April 3, 1986 | By Paul Scicchitano, Special to The Inquirer
The Wissahickon School Board has unveiled a policy and a set of proposed guidelines to deal with students and teachers diagnosed as having AIDS. The policy and guidelines, which were presented at a Monday night meeting, would give the superintendent and the school board discretion in dealing with such cases. District superintendent Bruce W. Kowalski said the guidelines were based on a model developed by the Montgomery County Intermediate Unit. Under them, a physician chosen by the district would examine students diagnosed as victims of acquired immune deficiency syndrome or would review their cases and make a recommendation concerning risks.
BUSINESS
September 28, 1989 | By Rose DeWolf, Daily News Staff Writer
The Philadelphia Bar Association has come up with a set of "model employer policies" that the organization hopes will guide city law firms on matters such as maternity and parental leave, the status of lawyers who work part-time and sexual harassment. Janet Perry, program director of the Center on Professionalism at the University of Pennsylvania Law School and co-chairman of the committee that drafted the guidelines, said she believes the Philadelphia Bar is the first in the country to produce such comprehensive policies.
NEWS
October 8, 1988 | By Robin Palley, Daily News Staff Writer
The financially-troubled JFK Memorial Hospital got a bit of good news yesterday when state Welfare Secretary John F. White announced that it will benefit from expanded state medical assistance guidelines. The new guidelines will extend coverage to more than 3,800 drug addicts and alcoholics who need to be hospitalized for detoxification and were not eligible under the former guidelines for in-patient care. White estimated that there are about 2,400 drug addicts and alcoholics in Philadelphia on waiting lists for hospitalization for detoxification - the physical withdrawal from substance abuse, which is the first stage of rehabilitation treatment.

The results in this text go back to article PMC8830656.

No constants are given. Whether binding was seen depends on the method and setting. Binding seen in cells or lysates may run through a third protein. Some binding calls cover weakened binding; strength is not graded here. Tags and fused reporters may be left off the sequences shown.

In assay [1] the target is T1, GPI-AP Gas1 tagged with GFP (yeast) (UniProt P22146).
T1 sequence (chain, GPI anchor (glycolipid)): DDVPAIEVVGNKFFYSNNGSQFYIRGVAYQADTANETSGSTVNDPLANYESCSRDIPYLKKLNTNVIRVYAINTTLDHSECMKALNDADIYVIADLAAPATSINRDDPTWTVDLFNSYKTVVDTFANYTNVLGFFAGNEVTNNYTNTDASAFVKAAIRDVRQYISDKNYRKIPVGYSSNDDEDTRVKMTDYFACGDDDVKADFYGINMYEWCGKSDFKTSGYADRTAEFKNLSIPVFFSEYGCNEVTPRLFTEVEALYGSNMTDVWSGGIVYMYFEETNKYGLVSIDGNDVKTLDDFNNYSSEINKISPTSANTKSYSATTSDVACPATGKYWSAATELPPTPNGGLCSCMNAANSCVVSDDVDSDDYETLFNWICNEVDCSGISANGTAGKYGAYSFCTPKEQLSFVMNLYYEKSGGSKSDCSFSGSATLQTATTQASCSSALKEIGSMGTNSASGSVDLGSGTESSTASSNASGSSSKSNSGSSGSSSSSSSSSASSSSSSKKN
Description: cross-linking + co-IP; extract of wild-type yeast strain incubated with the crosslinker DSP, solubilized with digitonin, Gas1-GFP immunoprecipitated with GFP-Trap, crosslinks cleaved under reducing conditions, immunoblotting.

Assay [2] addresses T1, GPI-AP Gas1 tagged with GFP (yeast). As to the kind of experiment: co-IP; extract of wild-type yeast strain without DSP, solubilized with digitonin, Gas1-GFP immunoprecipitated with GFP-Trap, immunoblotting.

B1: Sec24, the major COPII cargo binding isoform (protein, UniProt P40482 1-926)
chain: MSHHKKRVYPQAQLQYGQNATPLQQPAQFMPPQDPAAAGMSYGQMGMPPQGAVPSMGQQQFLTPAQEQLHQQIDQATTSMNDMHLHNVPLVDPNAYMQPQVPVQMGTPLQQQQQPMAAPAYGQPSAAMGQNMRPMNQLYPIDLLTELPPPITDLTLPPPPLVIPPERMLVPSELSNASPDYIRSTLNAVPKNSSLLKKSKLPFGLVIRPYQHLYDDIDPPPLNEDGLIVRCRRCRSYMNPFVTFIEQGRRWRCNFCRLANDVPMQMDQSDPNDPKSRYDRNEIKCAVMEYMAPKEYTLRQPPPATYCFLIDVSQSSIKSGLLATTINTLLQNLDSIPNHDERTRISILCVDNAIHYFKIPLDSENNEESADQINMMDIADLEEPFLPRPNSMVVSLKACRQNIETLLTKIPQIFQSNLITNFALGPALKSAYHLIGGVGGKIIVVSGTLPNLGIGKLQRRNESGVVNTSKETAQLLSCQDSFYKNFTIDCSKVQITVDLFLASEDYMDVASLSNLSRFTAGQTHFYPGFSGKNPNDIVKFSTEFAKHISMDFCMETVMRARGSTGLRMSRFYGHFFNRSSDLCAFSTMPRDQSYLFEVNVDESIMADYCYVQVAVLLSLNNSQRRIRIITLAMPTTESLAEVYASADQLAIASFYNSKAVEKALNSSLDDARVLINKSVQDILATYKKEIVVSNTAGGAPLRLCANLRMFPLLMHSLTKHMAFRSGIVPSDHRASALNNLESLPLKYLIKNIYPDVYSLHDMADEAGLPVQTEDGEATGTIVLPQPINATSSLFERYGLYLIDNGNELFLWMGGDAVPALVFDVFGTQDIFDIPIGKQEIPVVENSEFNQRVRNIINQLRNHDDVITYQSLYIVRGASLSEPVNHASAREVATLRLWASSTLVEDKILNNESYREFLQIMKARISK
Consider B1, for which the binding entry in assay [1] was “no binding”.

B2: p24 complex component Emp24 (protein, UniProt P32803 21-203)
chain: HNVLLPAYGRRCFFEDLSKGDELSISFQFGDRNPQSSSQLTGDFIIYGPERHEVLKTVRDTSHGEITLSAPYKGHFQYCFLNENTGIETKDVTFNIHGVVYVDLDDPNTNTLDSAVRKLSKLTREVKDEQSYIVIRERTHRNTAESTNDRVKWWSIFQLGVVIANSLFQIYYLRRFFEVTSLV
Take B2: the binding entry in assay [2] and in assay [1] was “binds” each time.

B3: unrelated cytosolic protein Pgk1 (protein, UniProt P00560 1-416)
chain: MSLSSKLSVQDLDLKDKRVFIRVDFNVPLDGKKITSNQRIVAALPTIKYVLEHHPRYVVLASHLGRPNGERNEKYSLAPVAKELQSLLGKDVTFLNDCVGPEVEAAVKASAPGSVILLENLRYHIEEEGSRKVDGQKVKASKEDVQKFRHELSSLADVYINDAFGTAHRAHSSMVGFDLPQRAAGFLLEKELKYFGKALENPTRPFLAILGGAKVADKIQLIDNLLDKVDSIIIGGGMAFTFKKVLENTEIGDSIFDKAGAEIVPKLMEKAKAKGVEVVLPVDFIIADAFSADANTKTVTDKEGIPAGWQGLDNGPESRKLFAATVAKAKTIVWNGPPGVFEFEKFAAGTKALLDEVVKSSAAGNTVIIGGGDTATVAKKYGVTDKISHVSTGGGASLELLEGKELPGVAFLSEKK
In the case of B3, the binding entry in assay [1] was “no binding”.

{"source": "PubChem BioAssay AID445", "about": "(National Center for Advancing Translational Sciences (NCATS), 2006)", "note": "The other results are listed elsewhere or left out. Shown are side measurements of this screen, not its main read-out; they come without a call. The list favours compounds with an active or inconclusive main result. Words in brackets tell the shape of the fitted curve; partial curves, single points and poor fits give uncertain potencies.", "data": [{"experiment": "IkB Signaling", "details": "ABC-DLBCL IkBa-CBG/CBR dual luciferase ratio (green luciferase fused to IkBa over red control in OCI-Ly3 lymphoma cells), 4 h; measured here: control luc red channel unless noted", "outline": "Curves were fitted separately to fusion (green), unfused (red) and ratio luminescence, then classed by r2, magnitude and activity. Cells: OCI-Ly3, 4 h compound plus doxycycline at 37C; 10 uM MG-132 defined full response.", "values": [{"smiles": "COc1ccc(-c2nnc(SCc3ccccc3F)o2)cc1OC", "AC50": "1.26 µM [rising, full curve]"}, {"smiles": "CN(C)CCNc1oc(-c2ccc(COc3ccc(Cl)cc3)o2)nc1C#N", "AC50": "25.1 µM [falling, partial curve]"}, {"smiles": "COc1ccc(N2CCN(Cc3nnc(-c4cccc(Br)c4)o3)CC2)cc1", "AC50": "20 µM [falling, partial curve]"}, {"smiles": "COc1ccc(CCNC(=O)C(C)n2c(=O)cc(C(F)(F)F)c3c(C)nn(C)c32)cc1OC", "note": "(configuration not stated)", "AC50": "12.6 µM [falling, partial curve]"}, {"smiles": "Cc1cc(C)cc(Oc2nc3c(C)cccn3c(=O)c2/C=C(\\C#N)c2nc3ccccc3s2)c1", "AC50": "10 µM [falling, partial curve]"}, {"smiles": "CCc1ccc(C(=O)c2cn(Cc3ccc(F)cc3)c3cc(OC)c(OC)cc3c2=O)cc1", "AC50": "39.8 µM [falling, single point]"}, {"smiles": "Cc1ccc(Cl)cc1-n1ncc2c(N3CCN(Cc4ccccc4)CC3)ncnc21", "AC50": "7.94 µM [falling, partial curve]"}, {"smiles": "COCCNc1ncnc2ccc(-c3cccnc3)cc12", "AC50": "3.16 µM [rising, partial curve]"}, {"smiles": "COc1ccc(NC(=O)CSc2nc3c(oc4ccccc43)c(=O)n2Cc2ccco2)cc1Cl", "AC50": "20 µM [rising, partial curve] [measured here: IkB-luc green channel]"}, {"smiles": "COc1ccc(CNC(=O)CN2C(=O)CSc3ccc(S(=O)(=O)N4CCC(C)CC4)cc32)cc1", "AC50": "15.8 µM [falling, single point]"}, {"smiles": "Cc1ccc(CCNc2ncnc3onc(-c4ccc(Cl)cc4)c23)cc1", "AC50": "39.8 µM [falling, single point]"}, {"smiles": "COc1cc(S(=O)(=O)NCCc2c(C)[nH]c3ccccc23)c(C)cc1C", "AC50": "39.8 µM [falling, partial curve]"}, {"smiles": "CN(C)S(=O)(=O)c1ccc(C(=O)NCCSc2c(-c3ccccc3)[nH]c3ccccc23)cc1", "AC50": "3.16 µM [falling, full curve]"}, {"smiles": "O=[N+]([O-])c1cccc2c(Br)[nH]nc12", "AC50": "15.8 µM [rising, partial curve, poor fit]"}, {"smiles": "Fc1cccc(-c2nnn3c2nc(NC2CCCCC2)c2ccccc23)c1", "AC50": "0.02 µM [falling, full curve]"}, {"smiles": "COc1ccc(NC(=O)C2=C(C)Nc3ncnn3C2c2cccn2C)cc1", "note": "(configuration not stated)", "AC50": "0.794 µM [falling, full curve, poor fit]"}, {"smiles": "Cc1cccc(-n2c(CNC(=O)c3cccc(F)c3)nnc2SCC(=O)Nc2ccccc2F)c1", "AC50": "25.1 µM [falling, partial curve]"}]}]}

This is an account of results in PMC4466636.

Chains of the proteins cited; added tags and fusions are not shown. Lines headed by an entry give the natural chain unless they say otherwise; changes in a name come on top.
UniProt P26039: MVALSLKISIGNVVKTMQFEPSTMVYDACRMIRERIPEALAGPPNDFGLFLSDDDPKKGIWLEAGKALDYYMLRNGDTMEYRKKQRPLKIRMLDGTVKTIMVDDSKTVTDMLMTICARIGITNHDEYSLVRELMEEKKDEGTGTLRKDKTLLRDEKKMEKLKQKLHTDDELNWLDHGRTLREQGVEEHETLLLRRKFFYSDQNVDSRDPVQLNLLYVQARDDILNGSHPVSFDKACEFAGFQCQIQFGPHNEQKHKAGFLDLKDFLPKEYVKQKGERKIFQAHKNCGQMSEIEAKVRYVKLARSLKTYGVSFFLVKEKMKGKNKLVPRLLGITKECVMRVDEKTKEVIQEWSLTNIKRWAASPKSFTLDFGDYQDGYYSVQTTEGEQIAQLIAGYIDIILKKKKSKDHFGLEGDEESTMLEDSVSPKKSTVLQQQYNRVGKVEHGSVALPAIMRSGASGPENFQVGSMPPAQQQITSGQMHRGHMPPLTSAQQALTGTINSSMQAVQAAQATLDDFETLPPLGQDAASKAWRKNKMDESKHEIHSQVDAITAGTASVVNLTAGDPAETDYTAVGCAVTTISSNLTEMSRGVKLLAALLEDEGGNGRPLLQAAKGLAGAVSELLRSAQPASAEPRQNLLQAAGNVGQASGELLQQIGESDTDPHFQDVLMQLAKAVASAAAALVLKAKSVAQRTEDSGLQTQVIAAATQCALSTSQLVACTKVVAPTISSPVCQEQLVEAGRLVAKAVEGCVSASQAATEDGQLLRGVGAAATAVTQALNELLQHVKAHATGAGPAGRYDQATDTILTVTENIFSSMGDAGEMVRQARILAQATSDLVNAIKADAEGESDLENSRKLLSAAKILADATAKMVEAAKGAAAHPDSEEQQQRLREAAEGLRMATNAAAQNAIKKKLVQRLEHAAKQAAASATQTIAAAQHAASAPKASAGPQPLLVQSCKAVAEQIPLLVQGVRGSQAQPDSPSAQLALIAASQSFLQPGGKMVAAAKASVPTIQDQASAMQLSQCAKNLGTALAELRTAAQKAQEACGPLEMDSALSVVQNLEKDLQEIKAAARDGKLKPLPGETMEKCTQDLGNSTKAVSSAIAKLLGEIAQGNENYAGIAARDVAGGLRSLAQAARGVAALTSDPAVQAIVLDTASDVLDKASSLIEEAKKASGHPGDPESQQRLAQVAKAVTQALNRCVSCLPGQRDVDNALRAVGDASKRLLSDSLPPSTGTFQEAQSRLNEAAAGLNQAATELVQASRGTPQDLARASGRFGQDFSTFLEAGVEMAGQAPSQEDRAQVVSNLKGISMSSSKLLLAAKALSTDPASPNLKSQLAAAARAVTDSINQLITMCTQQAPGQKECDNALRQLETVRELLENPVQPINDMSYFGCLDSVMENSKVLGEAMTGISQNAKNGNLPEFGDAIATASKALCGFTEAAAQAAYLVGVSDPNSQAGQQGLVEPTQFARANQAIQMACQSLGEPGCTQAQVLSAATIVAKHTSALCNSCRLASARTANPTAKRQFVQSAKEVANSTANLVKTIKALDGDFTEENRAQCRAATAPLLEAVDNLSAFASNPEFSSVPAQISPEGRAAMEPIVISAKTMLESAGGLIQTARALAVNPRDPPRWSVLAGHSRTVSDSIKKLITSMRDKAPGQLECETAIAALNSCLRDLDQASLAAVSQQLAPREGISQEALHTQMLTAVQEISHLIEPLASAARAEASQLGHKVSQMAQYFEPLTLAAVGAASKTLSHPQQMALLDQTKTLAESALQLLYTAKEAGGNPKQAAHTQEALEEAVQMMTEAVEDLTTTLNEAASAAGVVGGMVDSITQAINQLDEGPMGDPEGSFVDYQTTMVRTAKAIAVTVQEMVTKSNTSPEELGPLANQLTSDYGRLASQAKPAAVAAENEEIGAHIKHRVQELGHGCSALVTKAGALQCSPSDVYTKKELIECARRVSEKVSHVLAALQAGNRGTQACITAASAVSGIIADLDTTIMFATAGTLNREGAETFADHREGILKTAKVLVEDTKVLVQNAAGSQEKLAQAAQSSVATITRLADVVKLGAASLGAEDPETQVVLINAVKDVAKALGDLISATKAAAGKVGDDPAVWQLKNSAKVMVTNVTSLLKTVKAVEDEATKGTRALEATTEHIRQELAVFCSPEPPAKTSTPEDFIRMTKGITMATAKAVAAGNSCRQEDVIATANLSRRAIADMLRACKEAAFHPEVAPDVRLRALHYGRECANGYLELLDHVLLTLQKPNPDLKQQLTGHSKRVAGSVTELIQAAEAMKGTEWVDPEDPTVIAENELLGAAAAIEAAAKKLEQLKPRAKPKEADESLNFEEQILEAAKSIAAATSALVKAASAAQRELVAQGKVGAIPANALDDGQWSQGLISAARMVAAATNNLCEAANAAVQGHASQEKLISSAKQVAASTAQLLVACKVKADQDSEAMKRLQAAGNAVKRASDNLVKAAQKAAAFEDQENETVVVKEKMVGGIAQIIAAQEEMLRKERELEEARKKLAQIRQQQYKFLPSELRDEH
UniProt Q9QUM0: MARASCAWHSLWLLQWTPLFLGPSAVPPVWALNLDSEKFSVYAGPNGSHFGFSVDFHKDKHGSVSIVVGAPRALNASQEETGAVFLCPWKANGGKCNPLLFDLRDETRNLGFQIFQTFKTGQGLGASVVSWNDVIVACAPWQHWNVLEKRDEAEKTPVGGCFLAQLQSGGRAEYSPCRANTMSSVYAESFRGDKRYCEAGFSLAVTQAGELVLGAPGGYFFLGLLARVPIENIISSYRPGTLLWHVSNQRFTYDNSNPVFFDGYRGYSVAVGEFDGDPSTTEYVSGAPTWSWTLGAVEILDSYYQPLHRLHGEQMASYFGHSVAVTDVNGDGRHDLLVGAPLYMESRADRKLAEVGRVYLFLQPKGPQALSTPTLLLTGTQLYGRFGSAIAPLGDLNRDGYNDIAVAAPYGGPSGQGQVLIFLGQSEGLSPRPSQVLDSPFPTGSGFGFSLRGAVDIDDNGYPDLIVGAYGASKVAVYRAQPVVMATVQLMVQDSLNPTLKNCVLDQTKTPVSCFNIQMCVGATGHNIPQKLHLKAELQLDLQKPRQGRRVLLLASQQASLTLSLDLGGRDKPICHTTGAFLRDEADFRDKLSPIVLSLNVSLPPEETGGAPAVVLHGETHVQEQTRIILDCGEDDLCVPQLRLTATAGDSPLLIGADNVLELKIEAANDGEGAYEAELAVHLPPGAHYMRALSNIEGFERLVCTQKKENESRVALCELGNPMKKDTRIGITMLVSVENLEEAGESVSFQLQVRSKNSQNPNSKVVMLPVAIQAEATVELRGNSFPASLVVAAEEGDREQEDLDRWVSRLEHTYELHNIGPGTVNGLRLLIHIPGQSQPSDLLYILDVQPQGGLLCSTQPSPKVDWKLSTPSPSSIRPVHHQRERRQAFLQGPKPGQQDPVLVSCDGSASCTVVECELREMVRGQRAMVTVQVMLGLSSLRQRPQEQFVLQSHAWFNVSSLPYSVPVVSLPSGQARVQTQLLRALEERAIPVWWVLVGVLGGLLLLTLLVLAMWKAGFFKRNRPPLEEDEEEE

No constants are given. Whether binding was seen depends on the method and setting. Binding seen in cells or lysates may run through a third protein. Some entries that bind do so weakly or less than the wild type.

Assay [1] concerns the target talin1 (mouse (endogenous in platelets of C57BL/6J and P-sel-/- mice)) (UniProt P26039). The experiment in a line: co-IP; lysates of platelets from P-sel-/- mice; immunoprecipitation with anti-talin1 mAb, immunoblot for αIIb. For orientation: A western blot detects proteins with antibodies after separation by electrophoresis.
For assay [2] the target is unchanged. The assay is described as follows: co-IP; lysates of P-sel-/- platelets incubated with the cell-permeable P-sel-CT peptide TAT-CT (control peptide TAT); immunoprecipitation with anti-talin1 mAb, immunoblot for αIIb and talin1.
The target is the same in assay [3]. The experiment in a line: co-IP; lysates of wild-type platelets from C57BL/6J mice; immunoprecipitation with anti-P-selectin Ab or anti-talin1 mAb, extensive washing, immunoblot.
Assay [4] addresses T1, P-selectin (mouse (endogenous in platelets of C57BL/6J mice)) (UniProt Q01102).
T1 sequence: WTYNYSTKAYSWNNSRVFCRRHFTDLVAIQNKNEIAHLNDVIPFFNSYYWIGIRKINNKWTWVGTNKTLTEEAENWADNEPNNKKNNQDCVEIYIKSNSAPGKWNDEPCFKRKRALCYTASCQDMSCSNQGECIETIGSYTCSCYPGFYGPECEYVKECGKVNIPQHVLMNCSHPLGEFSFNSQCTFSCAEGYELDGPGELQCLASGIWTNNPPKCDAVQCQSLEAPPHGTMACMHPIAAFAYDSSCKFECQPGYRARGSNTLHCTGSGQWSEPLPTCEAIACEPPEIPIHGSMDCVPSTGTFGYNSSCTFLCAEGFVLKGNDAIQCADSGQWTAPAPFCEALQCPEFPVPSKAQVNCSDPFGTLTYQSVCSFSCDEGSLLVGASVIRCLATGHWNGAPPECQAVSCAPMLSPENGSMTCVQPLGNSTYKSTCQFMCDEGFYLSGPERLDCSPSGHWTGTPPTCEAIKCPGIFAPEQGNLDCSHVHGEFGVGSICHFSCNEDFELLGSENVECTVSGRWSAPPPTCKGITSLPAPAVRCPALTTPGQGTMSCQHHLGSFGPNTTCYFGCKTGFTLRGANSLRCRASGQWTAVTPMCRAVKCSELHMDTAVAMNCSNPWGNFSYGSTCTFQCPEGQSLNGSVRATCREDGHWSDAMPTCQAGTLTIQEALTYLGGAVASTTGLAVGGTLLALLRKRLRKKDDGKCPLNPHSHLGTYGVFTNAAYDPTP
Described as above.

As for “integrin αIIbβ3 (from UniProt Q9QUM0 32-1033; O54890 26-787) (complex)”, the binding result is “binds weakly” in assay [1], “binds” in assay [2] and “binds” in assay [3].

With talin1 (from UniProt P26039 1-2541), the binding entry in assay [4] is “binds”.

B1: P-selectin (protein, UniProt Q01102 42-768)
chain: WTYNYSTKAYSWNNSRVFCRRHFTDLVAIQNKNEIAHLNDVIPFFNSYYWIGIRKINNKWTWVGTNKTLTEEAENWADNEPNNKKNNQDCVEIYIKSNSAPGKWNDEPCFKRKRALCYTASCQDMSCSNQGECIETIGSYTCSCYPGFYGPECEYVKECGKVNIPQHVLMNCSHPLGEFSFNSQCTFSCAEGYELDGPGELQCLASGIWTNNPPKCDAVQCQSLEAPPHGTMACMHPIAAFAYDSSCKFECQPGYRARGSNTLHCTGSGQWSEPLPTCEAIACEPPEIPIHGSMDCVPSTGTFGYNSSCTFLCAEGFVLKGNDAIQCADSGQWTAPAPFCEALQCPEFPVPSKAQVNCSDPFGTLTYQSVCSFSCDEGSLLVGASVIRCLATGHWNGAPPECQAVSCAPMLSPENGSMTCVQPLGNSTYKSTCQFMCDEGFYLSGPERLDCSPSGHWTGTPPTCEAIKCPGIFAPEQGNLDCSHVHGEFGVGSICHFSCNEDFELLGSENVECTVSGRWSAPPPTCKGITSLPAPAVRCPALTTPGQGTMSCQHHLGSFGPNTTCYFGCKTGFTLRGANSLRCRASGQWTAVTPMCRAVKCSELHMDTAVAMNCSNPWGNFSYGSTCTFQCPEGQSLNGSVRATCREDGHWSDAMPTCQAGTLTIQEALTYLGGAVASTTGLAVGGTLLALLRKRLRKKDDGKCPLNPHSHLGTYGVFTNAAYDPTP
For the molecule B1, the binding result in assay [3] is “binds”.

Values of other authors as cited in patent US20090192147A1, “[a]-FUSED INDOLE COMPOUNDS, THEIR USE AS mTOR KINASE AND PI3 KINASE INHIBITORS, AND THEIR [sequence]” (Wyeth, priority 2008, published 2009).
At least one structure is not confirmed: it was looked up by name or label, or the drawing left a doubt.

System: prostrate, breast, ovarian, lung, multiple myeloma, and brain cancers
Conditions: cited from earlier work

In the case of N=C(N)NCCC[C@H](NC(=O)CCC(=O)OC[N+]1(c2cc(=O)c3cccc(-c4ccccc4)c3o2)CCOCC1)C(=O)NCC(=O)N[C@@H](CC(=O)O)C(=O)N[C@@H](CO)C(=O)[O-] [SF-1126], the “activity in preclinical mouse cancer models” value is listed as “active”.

NEWS
October 26, 2010 | By Don Sapatkin, Inquirer Staff Writer
Amy McDonald, 34 weeks into her second pregnancy with gestational diabetes, was in for a routine checkup in Bala Cynwyd: blood pressure (fine), fetal heartbeat (loud), review of home blood-sugar monitoring (time-consuming). A lab test for Vitamin D had come back low on a previous visit, and McDonald was now taking supplements. "Any problems with the Vitamin D?" asked her doctor, Daphne M. Goldberg, who had recommended at least 10 times the dosage in federal guidelines. (No problems.
NEWS
April 2, 1986 | By Louise Harbach, Special to The Inquirer
If some students and parents think that homework is a thing of the past, the Medford Lakes school board has sent a message that it considers homework very much a part of the present. At a meeting March 17, the board adopted a policy that reaffirms for students, parents and teachers the value of homework. The policy requires that homework be given and sets rules for when it should be given, but it sets only guidelines, not rules, for how much should be assigned. "I think the policy is a good way to regulate what's happening in the schools," board member Ruth Ann Swannell said.